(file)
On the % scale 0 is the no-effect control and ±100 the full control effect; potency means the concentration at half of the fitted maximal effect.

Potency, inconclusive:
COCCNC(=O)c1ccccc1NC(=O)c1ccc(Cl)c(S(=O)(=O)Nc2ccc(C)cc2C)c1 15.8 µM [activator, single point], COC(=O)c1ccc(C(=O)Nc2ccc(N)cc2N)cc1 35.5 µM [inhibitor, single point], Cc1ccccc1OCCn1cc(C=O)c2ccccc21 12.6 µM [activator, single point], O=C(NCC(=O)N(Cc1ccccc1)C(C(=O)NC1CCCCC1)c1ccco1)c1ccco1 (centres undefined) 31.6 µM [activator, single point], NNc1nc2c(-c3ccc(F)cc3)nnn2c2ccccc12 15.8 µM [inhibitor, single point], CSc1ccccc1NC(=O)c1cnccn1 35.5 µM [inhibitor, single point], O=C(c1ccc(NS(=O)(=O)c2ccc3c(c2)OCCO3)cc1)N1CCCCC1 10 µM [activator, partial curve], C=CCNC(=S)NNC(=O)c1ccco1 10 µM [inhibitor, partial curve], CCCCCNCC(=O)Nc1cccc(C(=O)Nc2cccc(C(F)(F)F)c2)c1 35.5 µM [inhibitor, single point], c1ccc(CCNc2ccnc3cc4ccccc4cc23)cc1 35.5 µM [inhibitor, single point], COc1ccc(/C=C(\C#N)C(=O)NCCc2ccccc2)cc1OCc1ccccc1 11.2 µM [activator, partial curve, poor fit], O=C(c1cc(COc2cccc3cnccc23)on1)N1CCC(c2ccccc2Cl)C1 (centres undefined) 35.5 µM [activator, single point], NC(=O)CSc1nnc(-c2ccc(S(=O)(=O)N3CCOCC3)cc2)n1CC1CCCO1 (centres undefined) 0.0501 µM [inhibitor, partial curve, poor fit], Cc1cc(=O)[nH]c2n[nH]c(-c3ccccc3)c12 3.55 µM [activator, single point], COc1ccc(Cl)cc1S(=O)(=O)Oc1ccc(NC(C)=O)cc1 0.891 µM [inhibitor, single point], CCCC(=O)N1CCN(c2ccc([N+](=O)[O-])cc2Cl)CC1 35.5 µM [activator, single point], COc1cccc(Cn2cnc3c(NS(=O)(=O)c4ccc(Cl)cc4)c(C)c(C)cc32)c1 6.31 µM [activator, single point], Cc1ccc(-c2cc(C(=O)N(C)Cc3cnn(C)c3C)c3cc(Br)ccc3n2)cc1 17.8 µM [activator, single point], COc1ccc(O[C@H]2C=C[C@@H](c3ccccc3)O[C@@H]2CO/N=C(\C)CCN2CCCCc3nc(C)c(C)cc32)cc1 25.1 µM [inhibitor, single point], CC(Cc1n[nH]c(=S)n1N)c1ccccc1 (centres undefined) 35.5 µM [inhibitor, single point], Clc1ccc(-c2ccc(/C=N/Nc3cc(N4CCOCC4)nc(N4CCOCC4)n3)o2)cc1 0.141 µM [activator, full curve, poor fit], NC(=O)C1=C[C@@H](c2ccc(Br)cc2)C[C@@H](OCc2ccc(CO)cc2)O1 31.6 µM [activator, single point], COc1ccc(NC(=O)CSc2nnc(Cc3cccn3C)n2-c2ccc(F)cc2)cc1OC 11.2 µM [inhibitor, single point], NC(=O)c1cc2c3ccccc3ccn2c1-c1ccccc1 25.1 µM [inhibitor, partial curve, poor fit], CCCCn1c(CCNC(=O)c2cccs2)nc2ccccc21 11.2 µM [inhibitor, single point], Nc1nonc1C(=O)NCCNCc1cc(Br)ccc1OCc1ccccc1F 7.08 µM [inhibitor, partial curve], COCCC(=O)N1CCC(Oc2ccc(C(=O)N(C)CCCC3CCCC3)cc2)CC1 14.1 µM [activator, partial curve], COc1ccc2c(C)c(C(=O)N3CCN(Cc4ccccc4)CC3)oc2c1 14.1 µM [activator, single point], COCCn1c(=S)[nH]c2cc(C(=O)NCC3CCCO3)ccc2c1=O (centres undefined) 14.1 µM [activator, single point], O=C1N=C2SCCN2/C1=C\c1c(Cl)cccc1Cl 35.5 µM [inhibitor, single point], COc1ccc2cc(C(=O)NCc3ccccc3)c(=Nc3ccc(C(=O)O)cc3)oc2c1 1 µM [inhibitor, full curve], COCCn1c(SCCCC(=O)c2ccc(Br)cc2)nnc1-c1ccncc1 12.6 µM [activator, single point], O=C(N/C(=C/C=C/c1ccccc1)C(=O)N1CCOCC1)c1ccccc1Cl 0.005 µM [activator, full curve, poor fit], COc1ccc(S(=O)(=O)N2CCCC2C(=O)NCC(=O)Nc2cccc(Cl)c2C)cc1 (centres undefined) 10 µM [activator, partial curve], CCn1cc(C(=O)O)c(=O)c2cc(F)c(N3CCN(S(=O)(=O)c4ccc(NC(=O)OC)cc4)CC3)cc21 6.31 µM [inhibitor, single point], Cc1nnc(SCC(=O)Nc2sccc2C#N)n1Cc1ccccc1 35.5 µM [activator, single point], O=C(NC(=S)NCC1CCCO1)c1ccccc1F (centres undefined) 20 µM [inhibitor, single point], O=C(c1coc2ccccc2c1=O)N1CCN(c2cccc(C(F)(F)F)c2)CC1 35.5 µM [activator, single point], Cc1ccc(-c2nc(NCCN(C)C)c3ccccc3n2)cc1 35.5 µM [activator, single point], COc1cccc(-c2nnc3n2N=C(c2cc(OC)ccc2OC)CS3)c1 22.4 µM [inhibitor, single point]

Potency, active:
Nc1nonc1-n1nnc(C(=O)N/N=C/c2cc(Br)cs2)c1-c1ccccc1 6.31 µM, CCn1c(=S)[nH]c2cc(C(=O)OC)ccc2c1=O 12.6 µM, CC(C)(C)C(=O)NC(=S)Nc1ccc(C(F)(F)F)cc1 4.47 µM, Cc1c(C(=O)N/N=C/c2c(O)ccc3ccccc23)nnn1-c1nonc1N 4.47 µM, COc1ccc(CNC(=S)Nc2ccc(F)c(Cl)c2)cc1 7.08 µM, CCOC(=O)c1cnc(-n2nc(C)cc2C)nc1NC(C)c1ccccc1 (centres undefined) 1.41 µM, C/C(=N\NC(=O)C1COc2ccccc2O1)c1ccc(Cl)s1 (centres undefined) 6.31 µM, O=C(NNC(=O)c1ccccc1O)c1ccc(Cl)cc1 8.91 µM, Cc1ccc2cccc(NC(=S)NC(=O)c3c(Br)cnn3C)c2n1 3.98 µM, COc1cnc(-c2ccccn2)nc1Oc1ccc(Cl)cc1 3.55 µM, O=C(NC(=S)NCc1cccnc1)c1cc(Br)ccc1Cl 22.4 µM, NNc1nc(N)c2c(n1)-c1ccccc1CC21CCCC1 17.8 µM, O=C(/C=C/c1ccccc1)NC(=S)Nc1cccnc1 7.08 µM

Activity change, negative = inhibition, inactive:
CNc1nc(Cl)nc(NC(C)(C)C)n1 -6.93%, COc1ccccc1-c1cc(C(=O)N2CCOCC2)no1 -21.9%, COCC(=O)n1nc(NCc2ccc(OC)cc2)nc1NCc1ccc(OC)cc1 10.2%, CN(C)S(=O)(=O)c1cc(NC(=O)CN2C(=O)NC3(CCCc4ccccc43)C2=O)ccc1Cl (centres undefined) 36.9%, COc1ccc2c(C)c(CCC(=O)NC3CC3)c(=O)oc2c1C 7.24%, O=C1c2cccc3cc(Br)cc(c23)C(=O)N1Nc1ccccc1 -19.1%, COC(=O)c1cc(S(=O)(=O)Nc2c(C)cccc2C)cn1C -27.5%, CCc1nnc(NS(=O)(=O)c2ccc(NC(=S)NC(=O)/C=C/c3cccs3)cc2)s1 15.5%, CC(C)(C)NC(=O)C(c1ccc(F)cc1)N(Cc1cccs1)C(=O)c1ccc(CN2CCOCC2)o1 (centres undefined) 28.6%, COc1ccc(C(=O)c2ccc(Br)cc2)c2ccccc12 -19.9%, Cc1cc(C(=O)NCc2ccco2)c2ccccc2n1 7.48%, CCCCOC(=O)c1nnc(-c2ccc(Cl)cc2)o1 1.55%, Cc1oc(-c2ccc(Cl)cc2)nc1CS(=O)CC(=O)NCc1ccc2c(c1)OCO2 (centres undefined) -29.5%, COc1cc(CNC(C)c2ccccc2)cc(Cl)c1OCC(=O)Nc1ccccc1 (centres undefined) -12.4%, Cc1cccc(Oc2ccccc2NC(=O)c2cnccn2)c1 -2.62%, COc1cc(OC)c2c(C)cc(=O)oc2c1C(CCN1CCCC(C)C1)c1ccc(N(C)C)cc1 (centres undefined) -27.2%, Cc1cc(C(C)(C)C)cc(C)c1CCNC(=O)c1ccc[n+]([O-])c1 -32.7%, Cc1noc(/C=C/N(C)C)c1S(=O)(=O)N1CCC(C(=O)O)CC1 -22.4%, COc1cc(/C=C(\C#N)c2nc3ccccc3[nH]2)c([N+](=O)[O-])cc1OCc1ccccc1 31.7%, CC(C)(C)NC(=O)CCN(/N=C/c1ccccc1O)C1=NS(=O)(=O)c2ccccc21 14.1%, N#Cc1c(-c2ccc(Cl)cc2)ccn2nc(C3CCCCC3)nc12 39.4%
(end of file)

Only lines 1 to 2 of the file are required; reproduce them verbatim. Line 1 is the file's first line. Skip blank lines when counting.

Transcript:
On the % scale 0 is the no-effect control and ±100 the full control effect; potency means the concentration at half of the fitted maximal effect.

Potency, inconclusive: